A 911 call captures a dispatcher working to help two parents find their daughter. The young woman was suffering a medical emergency behind the wheel of a car. Now, the family is delivering a powerful message to someone who proved invaluable to that search.

In March of last year, Brittney Woodard was driving in Nashville when she began to experience diabetic complications. She called parents Angela and Ivey Woodard. 

"She was not making any sense," said Angela. "She was going low, and she was not getting any sugar to her brain."

They had Brittney on the phone but had no idea where in the city their daughter could be. They called 911. 

"I was scared to death," said Angela.

"She's so low," Angela told the dispatcher in the 911 call. "She just has no energy to her voice."

The dispatcher looped in seven other team mates to start calling first responders. She contacted Brittney's cell company to get a location. 

"Are they still searching?" Angela asked in the 911 call.

"We got it narrowed down within .39 miles, now I'm sending police through there," a dispatcher responded.

"Thank you. Thank you."

"It was like my own personal angel," Angela said of the dispatcher. "Tears of joy."

After one hour and nine minutes, Brittney was found. She was in the Las Americas parking lot on Nolensville Pike. Brittney hit a dumpster but was found and ready to be taken to the hospital. 

The calm, reassuring voice at dispatch the night of the search belonged to Jasmine Wooden.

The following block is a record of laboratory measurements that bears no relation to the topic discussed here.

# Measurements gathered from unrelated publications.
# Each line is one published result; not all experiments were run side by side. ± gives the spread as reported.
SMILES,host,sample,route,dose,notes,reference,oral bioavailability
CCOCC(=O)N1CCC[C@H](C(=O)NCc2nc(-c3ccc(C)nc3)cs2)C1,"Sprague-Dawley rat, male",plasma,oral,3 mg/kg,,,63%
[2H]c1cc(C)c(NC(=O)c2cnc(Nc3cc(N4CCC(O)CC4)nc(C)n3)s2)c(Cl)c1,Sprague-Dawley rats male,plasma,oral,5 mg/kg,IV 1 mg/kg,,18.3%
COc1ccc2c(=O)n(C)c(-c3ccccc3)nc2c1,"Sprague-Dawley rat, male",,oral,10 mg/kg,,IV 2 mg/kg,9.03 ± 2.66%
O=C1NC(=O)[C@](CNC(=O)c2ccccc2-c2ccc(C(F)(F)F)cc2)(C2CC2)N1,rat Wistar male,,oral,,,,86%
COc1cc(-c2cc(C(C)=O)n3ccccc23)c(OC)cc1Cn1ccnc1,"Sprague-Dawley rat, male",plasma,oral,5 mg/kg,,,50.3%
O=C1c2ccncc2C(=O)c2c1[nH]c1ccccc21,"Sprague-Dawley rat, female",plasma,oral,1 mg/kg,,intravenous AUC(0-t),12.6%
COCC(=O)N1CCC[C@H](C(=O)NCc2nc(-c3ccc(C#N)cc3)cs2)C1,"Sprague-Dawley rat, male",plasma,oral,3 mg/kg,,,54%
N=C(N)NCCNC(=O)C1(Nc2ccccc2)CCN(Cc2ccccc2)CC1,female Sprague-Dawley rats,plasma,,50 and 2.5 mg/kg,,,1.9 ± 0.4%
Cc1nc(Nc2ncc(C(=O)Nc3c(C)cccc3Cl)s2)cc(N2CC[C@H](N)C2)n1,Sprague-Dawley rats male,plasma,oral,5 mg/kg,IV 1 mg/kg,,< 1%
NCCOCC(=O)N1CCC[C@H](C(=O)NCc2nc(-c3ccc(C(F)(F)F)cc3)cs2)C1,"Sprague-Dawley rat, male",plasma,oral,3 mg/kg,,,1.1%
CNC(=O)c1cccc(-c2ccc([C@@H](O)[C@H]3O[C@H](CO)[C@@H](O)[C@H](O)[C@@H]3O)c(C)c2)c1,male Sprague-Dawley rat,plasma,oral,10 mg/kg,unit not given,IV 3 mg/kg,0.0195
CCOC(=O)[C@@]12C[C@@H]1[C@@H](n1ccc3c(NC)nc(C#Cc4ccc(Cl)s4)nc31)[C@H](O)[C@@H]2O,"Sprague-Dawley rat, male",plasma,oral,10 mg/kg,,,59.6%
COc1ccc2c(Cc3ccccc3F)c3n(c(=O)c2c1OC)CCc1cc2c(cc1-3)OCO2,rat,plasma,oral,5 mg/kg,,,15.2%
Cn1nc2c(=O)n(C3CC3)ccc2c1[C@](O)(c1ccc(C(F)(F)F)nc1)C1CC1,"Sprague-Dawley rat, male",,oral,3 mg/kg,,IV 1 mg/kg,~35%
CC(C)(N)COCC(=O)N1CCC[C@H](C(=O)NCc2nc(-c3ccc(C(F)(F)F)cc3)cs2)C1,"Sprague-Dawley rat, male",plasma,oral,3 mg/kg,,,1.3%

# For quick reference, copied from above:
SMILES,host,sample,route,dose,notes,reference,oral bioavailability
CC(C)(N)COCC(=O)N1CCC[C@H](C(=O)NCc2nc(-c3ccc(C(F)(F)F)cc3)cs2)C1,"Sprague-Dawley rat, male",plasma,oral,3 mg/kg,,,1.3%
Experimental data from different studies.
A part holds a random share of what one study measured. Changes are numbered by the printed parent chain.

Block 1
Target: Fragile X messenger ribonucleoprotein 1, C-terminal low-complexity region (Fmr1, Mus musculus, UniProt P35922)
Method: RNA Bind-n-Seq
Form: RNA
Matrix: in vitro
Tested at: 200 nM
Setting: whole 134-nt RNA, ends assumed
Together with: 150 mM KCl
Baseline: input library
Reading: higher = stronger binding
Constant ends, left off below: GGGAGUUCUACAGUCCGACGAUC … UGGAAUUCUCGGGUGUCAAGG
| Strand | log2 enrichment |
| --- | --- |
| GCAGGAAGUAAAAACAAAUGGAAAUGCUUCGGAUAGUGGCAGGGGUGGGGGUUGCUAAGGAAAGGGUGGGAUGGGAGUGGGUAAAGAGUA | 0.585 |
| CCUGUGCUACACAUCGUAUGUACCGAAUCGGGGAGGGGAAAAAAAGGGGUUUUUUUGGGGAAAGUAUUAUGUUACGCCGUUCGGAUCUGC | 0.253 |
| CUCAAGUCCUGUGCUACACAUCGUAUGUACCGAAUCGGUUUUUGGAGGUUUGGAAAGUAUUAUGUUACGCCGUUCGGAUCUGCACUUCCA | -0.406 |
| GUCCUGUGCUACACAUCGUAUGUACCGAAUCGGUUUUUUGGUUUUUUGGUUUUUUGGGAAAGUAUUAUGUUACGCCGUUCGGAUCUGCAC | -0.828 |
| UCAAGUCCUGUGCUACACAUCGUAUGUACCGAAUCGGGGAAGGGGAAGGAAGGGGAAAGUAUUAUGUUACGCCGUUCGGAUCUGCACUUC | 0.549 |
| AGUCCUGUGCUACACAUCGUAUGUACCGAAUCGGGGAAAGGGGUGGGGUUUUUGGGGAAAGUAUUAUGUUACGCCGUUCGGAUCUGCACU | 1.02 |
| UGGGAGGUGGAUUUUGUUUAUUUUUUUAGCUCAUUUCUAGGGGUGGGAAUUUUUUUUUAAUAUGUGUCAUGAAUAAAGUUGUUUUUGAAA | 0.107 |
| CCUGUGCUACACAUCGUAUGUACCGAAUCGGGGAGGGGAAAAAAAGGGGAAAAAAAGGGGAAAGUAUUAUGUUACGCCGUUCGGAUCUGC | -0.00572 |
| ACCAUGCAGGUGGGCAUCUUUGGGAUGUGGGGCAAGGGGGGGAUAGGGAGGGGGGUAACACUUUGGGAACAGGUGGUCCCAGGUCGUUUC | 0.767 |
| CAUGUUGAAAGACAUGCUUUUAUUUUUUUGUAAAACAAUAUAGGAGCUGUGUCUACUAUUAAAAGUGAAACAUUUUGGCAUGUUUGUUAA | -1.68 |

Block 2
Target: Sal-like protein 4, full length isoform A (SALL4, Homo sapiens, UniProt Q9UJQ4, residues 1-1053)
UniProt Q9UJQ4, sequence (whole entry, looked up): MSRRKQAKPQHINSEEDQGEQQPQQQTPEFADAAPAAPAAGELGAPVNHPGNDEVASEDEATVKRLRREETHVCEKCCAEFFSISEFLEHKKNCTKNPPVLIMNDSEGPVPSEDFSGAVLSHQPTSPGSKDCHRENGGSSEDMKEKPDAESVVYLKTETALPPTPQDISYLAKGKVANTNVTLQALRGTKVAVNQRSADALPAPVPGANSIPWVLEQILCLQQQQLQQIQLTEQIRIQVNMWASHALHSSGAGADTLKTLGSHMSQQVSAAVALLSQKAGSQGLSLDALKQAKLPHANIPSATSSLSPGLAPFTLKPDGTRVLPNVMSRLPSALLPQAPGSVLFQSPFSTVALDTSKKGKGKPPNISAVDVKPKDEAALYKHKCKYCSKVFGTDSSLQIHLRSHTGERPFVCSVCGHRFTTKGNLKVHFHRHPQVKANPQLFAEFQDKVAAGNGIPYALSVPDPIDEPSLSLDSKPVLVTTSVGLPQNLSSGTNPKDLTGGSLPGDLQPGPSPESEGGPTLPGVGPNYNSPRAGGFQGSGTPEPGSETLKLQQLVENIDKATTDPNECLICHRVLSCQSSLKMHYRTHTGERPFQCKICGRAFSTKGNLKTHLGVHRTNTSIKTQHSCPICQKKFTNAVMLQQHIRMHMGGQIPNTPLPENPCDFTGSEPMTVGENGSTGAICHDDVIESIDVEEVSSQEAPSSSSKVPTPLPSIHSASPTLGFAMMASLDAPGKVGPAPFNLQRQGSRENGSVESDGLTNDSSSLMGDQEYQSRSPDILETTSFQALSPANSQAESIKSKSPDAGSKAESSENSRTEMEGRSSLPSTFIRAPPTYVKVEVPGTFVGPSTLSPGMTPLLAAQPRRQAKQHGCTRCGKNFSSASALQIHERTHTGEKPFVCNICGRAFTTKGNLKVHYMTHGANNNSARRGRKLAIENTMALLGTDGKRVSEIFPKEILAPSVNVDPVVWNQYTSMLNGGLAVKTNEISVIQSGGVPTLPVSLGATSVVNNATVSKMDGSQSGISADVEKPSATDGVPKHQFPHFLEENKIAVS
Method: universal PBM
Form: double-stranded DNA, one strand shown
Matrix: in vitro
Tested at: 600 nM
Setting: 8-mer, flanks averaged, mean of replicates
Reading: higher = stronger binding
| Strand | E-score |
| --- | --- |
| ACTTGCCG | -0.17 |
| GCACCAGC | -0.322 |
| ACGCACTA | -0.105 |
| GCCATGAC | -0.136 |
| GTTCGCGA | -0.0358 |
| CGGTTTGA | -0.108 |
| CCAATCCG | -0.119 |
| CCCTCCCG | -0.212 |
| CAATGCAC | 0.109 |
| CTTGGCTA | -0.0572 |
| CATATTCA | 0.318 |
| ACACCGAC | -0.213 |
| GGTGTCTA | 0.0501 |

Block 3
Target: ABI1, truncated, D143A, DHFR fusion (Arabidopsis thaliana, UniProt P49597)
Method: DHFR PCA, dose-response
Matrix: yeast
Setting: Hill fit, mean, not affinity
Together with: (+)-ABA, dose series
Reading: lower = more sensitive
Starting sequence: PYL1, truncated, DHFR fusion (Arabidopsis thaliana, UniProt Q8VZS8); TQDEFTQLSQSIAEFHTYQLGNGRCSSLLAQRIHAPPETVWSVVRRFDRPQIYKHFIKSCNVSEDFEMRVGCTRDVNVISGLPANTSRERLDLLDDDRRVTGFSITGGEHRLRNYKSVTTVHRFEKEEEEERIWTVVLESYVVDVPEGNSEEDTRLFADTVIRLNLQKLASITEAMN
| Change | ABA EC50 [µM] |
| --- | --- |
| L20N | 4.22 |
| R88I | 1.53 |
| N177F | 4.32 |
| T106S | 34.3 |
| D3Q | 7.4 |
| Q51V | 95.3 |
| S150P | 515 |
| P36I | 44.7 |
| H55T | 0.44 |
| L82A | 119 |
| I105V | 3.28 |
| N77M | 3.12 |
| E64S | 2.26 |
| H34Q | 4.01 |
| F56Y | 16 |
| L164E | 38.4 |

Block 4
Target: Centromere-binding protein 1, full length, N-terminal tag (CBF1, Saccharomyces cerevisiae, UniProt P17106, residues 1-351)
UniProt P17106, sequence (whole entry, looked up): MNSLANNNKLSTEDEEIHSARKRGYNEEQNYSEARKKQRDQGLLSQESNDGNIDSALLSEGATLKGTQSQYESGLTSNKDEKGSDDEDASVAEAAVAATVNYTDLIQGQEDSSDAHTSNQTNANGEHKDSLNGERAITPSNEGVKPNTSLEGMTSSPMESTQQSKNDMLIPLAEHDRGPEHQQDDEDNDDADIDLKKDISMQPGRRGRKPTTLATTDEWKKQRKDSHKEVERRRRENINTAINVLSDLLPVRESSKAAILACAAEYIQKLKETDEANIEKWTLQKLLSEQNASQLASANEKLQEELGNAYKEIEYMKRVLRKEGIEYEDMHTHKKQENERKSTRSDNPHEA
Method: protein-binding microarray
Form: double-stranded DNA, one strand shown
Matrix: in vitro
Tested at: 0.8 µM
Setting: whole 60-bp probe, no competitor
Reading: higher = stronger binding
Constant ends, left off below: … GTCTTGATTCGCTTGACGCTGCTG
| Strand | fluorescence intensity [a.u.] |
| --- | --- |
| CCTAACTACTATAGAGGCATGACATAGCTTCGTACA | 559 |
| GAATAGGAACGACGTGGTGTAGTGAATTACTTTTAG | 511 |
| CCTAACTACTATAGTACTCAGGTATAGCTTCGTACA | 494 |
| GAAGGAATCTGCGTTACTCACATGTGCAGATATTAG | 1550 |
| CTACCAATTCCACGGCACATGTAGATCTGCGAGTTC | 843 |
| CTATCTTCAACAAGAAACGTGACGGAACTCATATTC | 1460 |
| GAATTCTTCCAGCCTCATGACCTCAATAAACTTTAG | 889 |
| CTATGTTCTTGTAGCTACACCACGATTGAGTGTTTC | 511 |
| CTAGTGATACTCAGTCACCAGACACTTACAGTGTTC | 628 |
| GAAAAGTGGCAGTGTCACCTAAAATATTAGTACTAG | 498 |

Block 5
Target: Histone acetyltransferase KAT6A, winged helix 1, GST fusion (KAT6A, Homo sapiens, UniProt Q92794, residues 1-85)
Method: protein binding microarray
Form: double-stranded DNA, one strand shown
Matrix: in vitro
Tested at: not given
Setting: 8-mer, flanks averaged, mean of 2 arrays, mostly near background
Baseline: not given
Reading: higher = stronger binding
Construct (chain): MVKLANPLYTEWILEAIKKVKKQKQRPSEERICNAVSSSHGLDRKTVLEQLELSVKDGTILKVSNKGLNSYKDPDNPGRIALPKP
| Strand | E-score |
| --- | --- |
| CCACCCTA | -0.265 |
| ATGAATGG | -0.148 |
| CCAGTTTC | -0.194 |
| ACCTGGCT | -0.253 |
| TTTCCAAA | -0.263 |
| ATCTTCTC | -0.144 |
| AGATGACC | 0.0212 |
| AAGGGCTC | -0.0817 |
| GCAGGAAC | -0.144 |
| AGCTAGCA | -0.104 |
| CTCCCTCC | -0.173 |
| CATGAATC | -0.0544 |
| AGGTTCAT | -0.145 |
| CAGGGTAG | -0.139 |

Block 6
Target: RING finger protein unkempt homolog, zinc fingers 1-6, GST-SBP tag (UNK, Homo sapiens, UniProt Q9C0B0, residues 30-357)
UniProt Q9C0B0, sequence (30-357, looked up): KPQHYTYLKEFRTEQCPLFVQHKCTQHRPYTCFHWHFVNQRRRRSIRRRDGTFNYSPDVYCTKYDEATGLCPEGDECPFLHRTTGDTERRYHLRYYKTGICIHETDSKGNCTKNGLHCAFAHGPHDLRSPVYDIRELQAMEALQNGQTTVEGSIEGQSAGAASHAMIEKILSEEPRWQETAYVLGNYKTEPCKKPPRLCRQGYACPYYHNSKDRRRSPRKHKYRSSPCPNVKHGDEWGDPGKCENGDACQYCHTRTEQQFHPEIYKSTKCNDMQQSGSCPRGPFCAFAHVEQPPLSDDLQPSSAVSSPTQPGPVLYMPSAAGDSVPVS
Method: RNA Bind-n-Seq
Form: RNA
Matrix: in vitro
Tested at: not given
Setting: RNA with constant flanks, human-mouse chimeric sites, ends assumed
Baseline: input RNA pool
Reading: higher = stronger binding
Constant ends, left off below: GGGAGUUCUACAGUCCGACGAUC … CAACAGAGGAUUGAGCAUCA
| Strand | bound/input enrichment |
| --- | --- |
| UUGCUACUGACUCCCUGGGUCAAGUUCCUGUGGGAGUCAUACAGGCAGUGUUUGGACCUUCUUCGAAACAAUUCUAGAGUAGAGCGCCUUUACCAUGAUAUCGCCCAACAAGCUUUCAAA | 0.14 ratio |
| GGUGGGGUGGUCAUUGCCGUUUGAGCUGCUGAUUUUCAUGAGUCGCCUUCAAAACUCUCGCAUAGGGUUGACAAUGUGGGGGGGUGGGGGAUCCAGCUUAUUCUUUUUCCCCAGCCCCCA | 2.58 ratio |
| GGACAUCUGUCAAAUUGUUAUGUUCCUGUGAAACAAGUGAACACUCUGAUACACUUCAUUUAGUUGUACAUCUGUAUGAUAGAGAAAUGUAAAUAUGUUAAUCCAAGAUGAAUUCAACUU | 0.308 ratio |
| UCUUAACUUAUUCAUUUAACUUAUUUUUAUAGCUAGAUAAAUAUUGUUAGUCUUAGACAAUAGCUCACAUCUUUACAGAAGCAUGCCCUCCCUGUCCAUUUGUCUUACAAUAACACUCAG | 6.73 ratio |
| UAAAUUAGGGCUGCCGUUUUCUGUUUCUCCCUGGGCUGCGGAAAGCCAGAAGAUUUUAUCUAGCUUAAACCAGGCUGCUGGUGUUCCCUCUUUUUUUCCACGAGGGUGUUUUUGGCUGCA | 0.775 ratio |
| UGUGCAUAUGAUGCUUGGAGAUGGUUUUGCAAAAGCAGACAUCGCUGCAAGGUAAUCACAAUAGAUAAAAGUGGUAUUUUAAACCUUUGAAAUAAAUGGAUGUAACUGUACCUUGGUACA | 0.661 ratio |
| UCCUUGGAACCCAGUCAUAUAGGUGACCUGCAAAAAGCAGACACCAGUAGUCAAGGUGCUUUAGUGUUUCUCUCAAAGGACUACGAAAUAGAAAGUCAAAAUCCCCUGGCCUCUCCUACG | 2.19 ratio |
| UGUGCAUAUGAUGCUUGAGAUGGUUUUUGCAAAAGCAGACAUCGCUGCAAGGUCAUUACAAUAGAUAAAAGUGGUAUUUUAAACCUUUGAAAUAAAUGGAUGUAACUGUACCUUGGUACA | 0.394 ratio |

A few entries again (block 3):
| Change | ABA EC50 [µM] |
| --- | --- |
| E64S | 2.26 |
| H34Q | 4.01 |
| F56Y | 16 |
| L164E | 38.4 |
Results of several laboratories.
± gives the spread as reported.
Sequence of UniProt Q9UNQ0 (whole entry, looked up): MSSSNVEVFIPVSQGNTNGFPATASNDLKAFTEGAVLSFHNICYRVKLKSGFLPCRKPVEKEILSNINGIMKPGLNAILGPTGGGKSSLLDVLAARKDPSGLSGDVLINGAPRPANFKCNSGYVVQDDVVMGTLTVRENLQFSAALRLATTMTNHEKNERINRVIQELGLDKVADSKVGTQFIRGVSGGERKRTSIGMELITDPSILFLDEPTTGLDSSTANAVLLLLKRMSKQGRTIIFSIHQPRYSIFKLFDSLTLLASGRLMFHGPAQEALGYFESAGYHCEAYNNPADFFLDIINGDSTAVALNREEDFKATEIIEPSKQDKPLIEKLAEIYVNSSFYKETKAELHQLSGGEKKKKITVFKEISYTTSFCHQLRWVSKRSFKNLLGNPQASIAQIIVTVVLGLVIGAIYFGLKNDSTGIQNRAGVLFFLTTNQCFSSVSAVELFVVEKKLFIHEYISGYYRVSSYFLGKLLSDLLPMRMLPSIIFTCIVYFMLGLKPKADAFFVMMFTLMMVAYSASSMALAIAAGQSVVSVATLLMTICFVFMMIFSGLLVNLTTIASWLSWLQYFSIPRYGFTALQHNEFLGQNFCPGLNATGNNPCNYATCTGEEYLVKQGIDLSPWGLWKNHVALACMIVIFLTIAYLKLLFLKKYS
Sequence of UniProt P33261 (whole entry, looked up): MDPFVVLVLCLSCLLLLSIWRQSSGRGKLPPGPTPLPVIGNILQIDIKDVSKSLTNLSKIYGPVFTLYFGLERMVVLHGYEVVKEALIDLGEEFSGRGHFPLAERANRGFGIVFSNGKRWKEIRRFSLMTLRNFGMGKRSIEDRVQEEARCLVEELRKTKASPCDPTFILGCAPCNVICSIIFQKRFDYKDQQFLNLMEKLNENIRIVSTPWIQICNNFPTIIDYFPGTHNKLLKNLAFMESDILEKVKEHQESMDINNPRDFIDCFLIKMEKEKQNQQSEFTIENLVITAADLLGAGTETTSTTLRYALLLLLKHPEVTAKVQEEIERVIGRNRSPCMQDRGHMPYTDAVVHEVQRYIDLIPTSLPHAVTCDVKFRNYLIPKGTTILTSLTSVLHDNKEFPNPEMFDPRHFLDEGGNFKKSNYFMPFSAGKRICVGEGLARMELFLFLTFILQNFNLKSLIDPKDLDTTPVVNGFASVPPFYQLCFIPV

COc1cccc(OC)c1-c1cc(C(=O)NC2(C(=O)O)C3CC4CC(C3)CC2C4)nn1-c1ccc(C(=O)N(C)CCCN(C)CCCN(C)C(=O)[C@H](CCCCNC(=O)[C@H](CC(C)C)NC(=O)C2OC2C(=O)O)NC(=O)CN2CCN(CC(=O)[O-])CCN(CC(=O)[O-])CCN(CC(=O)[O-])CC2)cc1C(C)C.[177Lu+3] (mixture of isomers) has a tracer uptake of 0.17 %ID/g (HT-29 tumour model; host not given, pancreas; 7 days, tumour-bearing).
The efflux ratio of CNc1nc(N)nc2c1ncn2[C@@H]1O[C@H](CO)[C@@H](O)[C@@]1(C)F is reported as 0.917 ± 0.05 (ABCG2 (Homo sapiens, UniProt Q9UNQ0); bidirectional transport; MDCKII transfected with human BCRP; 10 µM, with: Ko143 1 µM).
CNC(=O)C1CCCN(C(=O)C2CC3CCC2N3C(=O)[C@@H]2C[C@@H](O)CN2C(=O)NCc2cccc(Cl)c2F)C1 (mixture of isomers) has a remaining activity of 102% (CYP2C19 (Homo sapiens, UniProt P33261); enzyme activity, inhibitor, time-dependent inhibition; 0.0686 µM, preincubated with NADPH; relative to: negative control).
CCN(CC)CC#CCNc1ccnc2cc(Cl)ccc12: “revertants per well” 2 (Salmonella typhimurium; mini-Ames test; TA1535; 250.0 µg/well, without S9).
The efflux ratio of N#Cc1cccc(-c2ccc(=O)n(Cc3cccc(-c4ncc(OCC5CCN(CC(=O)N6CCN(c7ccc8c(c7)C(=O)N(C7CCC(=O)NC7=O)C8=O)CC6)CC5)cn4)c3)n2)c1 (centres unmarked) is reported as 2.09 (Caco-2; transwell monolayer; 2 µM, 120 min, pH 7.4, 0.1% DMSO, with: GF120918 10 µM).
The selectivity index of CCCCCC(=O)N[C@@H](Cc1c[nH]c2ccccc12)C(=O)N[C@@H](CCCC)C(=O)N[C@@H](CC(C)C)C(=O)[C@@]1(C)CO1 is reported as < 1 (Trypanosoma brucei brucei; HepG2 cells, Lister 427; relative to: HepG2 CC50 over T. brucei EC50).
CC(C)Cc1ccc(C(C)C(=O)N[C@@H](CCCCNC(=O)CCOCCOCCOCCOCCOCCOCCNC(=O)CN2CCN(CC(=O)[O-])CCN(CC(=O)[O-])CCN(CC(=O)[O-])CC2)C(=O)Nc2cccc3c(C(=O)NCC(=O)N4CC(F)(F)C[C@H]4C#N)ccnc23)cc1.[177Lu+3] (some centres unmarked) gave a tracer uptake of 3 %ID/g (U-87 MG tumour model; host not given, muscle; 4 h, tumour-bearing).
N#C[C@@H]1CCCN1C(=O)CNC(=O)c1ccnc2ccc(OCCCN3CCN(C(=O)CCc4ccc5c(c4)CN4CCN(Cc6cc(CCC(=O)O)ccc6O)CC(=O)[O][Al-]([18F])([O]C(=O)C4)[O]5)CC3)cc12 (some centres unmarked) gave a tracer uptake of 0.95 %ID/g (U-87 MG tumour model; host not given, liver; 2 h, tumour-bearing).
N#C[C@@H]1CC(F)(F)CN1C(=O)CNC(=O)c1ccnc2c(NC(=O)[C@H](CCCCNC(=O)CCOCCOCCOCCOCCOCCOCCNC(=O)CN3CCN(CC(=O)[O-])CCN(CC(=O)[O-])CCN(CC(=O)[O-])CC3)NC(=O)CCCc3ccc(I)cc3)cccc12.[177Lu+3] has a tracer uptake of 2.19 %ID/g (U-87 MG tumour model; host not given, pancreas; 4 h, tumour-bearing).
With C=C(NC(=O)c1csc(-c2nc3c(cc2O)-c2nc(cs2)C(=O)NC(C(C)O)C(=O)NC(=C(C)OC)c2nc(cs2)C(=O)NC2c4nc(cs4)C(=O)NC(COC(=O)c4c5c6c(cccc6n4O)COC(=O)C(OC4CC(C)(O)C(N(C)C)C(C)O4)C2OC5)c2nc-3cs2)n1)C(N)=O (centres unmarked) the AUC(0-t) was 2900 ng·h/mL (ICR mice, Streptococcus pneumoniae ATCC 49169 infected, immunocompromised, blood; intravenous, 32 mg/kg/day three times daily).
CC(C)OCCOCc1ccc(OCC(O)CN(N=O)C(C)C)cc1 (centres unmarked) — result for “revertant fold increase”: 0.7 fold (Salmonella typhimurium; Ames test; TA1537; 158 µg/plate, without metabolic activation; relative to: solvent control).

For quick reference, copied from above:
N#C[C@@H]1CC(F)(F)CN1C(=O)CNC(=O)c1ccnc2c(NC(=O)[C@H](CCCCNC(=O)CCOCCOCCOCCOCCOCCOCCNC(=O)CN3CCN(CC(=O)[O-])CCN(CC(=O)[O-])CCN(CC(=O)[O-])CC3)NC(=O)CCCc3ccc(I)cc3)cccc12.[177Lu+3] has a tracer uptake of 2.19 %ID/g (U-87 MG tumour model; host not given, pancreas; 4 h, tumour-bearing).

Thursday night, Jasmine was honored at the Metro Department of Emergency Communications dinner. She had no idea Brittney was sitting just feet away in the crowd.

"The family who benefited from her diligence and dedication wanted to thank her for themselves," a speaker announced with Jasmine up on the stage.

Brittney and her father Ivey walked up. Brittney and Jasmine embraced.

"I'm standing here tonight because I want to say thank you," Brittney told the crowd. "You run toward chaos when everyone else is running away. It's at the scariest moments in life we find the people we need. Jasmine, I am so honored and grateful to meet you tonight."

"We never get to see who we're actually helping, so it's a tremendous, tremendous gift to do that," said Jasmine.

"She saved my life that night, and I will forever be grateful, and I will never forget her face or name," said Brittney.

"What a humongous effort she took to find our daughter," said Angela. "Definitely a hero. She was my angel that day."

Copyright 2019 WSMV (Meredith Corporation). All rights reserved.


Forrest Sanders is an award-winning reporter, videographer and editor at News4.

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